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Let $\omega$ denote the natural numbers (intersection of all inductive set) . Assume $h$ is the function from $\omega$ into $\omega$ for which $h(0)=1$ and $h(n^+)=h(n)+3$ . Give an explicit (not recursive) expression for $h(n)$.

Informally , we have $h(n^+)+h(n)+...+h(1)=h(n)+3+...+h(0)+3$ then we find that $h(n^+)$ "should be" $3n+4$ , so we guess $h(n)=3n+1$ . Then we can apply induction and recursion theorem to get the desired conclusion .
However , I don't like the proof above since we have to guess what $h(n)$ might be first . Can we prove it directly ?

Note: This is an exercise of set theory , so the proof need to be rigorous . Sentence such as "$0+1+...+n$" should be avoid .

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You need to distinguish between knowing what to prove and actually proving it.

Actual proofs can be required to be rigorous, but there is no standard of rigor for finding out what to prove. Any kind of hunches, sloppy notation, and weird intuitive leaps are allowed in that phase as long as the actual proof you do at the end is rigorous.

It is very easy to prove -- with all the rigor you'd care to demand -- the fact that $h(n) = 1+3n$ is a solution to your condition, and in fact the only solution on $\mathbb N$.

But here you are instead demanding to have some kind of rigor in knowing that it would be a good idea to attempt such a proof. This demand is foreign to mathematics, and you will run yourself into numerous dead ends in your mathematical education if you keep expecting such demands to be satisfiable.

Your confusion is unfortunately not uncommon among students who have gotten an impression from school that mathematics is about following particular procedures for each problem type. You then get confused when you're asked to investigate a problem without having a procedure to follow. But there are no procedures in general -- to the extent mathematics is about rules at all, it is about investigating what the rules will let you get away with, not about letting the rules tell you what to do with them.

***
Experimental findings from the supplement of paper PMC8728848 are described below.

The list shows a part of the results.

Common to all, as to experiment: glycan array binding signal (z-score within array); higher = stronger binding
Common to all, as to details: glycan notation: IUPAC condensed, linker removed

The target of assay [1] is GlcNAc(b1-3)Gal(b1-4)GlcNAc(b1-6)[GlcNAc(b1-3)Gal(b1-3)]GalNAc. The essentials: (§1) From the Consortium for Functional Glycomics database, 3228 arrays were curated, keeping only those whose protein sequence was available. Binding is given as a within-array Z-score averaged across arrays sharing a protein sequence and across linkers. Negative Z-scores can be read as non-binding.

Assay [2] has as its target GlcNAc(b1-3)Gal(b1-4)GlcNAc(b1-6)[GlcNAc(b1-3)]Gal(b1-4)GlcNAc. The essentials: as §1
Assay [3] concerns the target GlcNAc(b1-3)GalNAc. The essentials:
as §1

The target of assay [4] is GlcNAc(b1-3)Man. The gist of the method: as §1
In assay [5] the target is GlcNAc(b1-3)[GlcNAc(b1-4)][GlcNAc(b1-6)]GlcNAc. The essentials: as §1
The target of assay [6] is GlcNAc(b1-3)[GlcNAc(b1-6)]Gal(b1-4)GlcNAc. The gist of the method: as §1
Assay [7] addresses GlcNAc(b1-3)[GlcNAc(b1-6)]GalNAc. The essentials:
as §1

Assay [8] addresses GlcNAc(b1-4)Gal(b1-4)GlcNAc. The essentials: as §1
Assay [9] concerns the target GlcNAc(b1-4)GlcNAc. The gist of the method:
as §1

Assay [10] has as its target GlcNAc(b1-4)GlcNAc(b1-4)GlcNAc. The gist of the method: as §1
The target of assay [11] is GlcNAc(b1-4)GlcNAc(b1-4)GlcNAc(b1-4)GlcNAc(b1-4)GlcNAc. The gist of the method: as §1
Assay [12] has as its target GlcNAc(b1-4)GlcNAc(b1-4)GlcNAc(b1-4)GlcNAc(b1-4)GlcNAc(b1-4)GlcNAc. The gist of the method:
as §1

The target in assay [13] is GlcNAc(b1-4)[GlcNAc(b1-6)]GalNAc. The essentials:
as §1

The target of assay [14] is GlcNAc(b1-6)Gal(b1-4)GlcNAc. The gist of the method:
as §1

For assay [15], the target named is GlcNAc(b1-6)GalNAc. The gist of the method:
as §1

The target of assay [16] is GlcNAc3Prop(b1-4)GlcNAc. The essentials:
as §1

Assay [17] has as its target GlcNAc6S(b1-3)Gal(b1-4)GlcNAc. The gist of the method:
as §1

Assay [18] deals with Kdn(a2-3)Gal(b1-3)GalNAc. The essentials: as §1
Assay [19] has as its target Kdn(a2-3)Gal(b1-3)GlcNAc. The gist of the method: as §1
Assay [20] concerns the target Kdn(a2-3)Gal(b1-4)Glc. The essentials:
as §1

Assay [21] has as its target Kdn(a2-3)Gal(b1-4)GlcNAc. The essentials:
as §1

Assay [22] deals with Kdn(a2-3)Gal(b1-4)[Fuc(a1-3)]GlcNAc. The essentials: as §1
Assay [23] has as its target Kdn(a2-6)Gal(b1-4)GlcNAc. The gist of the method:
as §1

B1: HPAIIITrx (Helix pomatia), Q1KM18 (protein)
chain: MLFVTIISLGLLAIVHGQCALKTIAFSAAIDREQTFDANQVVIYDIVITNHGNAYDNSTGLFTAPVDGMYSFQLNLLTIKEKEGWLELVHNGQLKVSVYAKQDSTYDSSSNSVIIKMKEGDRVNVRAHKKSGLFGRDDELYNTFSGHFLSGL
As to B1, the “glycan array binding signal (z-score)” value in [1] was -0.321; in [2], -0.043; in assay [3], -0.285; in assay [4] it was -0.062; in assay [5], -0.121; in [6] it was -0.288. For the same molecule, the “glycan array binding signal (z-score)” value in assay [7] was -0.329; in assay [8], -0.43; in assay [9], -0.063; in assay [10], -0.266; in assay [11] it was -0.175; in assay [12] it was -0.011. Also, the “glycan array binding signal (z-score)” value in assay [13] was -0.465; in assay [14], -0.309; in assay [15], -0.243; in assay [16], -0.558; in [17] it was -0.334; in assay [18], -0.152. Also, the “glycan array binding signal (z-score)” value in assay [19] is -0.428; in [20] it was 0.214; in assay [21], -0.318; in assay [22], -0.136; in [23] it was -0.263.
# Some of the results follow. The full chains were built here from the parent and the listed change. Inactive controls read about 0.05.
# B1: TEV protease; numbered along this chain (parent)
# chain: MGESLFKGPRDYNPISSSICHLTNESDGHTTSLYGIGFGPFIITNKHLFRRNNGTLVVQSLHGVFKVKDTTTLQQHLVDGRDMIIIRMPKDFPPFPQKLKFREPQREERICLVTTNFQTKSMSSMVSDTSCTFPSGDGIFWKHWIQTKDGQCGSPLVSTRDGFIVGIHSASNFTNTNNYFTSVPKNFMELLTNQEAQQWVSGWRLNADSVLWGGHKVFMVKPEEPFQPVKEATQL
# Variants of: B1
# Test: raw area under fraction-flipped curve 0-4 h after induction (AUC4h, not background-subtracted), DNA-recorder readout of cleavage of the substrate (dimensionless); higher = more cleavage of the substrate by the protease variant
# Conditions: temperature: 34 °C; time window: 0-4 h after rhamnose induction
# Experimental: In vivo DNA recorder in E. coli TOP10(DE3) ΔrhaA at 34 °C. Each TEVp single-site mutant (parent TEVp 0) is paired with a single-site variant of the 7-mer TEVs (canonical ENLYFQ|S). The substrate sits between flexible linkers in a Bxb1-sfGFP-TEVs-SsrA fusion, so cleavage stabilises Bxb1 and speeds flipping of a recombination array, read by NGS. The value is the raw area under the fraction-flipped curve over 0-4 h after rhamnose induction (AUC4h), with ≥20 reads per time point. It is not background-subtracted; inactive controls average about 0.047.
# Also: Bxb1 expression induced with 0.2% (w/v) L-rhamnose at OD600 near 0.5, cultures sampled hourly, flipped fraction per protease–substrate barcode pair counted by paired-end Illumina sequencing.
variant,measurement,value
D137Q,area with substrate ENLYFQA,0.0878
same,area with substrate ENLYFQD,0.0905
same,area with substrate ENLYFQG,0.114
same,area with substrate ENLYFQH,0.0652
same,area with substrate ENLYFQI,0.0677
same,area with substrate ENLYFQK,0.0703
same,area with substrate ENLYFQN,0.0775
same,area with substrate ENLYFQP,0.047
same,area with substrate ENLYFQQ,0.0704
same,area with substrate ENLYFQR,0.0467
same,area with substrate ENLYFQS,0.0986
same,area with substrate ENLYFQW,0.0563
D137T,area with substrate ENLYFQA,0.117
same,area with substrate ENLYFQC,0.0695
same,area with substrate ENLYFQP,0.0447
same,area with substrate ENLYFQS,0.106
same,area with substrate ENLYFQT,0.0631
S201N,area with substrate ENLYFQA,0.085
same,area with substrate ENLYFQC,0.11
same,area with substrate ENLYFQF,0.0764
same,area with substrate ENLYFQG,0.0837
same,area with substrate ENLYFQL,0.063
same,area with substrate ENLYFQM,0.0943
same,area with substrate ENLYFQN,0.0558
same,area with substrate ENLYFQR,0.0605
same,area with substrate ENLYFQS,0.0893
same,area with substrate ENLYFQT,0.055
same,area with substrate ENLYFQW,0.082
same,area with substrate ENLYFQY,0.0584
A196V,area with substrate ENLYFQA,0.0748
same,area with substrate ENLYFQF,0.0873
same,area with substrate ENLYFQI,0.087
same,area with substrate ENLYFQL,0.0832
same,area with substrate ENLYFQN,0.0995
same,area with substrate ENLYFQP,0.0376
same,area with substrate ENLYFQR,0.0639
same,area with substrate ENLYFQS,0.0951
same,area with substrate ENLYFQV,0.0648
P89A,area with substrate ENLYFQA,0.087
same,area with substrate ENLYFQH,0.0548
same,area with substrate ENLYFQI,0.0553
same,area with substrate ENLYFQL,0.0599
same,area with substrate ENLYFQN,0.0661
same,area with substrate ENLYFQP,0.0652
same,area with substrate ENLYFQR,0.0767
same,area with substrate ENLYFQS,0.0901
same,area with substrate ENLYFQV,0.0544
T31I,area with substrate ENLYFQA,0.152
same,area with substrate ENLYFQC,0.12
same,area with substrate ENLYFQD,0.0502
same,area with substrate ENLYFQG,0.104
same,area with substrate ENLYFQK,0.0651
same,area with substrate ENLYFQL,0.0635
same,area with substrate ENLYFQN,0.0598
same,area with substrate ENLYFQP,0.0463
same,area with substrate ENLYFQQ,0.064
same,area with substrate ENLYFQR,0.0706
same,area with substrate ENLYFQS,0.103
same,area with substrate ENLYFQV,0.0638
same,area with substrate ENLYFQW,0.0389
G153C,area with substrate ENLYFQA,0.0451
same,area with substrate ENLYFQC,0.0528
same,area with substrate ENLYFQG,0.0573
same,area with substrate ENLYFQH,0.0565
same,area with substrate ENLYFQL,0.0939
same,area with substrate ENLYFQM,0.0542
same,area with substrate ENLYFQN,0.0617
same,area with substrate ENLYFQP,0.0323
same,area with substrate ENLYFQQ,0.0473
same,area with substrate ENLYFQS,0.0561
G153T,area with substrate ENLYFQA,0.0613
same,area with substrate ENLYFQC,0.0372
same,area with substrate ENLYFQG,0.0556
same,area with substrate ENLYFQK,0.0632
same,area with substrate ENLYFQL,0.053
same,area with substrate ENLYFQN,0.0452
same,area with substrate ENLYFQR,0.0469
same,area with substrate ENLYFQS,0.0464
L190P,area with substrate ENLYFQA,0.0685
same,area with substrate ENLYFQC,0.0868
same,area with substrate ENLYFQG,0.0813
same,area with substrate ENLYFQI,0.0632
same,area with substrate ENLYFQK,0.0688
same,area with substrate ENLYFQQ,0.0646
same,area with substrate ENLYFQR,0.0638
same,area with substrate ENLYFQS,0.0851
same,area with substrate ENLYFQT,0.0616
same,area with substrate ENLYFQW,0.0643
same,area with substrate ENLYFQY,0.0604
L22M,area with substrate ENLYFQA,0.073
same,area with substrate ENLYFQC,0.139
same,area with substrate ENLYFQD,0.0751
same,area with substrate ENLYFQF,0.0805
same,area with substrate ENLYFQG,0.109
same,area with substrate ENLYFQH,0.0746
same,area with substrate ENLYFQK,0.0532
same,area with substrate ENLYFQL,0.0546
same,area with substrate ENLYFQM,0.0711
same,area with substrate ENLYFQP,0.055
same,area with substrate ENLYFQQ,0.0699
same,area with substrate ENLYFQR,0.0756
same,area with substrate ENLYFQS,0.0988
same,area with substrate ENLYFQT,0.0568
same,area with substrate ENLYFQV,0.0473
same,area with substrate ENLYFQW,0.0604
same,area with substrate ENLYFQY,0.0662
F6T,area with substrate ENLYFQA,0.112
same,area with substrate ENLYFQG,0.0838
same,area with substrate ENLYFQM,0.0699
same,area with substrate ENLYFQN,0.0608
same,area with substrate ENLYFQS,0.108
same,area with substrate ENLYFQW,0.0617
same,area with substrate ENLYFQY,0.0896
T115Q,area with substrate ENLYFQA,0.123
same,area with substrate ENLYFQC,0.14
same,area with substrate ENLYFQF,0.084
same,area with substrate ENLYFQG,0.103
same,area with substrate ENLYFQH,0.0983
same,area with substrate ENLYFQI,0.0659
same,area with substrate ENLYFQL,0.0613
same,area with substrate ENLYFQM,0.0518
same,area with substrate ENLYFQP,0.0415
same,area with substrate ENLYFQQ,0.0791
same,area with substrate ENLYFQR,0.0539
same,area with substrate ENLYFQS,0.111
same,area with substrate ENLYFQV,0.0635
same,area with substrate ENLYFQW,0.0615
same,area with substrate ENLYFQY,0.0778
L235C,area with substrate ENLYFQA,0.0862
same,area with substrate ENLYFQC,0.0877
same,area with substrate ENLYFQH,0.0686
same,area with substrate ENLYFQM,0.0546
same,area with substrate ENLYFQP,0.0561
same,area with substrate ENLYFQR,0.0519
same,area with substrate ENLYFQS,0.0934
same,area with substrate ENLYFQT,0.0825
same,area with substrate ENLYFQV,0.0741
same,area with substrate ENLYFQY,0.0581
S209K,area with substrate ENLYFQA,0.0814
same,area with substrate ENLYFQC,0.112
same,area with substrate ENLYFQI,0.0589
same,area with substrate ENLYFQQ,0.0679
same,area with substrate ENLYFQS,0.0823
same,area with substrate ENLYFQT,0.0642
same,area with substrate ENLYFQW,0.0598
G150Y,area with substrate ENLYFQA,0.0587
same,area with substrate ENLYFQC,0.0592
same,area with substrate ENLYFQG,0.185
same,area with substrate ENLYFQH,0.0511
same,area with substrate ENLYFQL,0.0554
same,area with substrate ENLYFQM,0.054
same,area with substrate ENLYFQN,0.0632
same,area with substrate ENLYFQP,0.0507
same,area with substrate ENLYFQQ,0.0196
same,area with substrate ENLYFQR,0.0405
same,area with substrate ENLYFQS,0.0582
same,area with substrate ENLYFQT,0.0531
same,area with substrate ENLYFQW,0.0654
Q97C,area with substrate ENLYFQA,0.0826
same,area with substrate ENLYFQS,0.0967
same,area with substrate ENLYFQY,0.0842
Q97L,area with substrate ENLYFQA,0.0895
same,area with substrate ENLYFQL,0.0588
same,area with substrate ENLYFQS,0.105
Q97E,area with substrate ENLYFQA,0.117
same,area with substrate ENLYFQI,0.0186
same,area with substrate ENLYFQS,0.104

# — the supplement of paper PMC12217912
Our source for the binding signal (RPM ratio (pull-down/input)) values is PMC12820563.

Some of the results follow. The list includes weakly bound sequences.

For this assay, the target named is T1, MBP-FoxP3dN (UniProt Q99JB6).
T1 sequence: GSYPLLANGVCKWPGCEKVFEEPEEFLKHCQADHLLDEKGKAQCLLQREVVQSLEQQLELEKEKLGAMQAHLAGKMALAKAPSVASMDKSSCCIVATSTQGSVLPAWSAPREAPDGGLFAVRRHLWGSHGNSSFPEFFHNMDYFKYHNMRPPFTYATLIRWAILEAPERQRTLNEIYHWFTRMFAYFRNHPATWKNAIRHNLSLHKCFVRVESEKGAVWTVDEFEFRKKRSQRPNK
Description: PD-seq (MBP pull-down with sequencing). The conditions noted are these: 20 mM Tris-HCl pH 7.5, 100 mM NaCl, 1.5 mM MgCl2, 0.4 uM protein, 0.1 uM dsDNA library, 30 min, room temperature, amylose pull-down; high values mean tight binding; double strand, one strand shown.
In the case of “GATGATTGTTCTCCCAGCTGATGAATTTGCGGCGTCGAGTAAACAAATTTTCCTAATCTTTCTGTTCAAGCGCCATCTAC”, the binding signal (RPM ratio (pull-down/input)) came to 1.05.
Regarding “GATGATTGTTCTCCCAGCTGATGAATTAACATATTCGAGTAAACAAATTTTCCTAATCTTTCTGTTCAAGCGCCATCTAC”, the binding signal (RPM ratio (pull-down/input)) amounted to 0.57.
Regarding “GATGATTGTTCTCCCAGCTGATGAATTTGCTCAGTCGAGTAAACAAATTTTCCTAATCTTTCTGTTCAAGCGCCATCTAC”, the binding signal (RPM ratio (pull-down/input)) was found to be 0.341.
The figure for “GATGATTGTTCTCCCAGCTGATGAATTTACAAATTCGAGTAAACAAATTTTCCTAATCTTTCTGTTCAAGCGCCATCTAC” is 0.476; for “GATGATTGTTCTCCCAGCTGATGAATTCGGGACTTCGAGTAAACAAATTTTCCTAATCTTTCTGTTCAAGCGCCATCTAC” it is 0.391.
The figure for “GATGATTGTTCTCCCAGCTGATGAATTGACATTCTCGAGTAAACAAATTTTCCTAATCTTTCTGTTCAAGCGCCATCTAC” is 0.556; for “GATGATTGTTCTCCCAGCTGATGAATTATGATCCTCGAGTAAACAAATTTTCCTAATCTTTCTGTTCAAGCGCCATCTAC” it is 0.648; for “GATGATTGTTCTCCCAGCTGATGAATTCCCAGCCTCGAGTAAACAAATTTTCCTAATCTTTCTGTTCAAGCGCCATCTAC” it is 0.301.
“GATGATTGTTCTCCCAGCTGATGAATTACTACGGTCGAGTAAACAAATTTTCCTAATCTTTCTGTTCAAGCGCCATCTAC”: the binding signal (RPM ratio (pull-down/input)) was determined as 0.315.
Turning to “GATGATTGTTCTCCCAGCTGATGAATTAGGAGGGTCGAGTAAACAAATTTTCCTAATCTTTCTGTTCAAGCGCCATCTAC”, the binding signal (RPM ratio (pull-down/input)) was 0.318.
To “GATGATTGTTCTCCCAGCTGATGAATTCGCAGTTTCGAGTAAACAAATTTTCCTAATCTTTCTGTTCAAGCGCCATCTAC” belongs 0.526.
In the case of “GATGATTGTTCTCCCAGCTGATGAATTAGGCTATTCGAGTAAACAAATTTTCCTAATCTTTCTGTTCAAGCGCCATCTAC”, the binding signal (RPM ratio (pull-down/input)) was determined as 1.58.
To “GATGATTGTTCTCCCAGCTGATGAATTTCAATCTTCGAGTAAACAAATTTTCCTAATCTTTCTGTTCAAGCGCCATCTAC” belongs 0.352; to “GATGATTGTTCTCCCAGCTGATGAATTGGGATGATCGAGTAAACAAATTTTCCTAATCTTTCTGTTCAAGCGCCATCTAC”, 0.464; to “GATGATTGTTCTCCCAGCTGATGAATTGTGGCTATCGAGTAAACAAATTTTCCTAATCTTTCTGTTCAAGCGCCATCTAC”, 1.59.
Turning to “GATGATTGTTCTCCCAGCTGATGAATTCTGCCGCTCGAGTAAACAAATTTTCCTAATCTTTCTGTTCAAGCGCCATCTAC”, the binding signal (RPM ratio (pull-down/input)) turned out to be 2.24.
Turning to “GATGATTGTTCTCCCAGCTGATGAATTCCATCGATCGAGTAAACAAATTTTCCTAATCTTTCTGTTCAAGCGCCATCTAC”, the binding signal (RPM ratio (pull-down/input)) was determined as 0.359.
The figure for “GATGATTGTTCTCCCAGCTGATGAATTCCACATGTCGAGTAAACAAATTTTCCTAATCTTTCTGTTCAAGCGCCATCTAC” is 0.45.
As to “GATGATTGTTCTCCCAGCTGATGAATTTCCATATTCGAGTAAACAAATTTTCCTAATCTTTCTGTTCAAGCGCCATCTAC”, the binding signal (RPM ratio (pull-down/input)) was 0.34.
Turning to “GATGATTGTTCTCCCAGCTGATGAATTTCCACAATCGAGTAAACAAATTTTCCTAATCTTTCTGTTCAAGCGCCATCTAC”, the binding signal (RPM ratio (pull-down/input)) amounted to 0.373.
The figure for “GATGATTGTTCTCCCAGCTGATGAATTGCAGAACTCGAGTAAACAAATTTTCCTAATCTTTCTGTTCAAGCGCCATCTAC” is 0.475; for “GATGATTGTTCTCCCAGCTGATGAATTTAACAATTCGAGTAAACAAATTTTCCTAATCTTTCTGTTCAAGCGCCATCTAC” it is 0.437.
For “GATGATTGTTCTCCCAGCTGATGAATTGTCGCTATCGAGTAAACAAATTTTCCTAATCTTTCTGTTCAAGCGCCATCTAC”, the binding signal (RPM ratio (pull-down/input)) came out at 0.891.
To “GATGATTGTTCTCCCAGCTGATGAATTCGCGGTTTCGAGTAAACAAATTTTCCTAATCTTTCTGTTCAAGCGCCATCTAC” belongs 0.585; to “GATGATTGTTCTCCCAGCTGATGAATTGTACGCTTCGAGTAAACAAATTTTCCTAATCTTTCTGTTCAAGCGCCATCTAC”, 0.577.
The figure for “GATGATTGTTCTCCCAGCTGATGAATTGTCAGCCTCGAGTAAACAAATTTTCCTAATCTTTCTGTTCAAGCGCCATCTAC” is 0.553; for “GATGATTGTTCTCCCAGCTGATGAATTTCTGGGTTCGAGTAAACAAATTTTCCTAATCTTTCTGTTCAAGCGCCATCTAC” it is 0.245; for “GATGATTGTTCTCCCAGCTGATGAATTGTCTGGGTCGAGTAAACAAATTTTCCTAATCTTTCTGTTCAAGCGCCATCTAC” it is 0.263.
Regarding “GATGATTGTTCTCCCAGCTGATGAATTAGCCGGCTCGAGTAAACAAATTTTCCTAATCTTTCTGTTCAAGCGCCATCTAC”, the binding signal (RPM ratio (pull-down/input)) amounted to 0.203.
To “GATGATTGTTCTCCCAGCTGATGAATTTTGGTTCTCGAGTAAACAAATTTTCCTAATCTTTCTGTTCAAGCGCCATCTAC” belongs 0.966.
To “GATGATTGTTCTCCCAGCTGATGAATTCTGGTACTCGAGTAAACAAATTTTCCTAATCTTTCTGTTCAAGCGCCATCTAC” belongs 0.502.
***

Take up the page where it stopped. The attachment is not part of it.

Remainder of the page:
For the concrete question, we could point you towards a general step-by-step procedure for solving linear recurrences. And we could even prove rigorously that said procedure works in general -- but you could still complain that one needs to "guess" a description of that procedure before one can start proving that it works.

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  • $\begingroup$ +1 Beautifully said. $\endgroup$ – Haris Gušić Jun 26 '19 at 9:33
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How about this

$$\displaystyle \sum_{n=1}^{N} h(n) = \displaystyle \sum_{n=1}^{N} \big(h(n-1)+3 \big) = \displaystyle \sum_{n=0}^{N-1} \big(h(n)+3 \big) = h(0) + 3n + \displaystyle \sum_{n=1}^{N-1} h(n) = 1+3n +\displaystyle \sum_{n=1}^{N-1} h(n)$$

Subtracting the sum from both sides gives $$ h(n) = 3n+1$$

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  • $\begingroup$ Well done ! (+1) $\endgroup$ – Peter Jun 26 '19 at 8:51
  • $\begingroup$ I think we need to define $\sum$ first . Although we all know what $\sum_1^N$ mean in analysis , it has to be defined explicitly in set theory . The definition $\sum_1^n h(n)=h(1)+h(2)+...+h(n)$ is impossible since "..." is not well defined . $\endgroup$ – J.Guo Jun 26 '19 at 8:56
  • $\begingroup$ $h(n)$ is well defined because the recurrence relations clearly defines the values inductively (no matter whether we know how) , and therefore the sum over them is well defined as well. To my opinion, this is a perfect answer. $\endgroup$ – Peter Jun 26 '19 at 8:59
  • $\begingroup$ @ Peter I see $h(n)$ is well defined . I mean "..." is not well defined since we can not write a proof in set theory like $f(n)=1+2+...+n$ . $\endgroup$ – J.Guo Jun 26 '19 at 9:03
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With simple problems like this one you can just try to unravel the sequence.

$$h(n+1)=3+h(n)=\underbrace{3+3}_{n+1-(n-1)}+h(n-1)=\underbrace{3+3+3}_{n+1-(n-2)}+h(n-2)=\cdots$$ $$=\underbrace{3+3+\cdots+3}_{n+1-0}+h(0)=3(n+1)+1$$ Now just replace $n+1$ with $n$ and you get $h(n)=3n+1$. Now you can rigorously prove this using induction.

Note that the numbers under the braces represent the number of terms.

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  • $\begingroup$ This is a nice answer in analysis . However , it is not an answer in set theory since we can not define "..." . $\endgroup$ – J.Guo Jun 26 '19 at 8:58
  • $\begingroup$ @J.Guo Then you can apply induction to prove it rigorously. The method I showed serves only as an "intuition booster". $\endgroup$ – Haris Gušić Jun 26 '19 at 9:14
  • $\begingroup$ @ Haris Gušić Yes , that was why I write down the word "informally" in my post . However , I want an answer which can solve this question directly . $\endgroup$ – J.Guo Jun 26 '19 at 9:15
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Using the Z transform, the sequence $ h_{n+1} = h_n+3 $ becomes: $$ zH(z)-zh_0 = H(z)+\frac{3z}{z-1} $$ $$ H(z) = \frac{3z}{(z-1)^2}+\frac{z}{z-1} $$ Taking the inverse Z transform of the above expression we get: $$ h_n = 3n+1 $$

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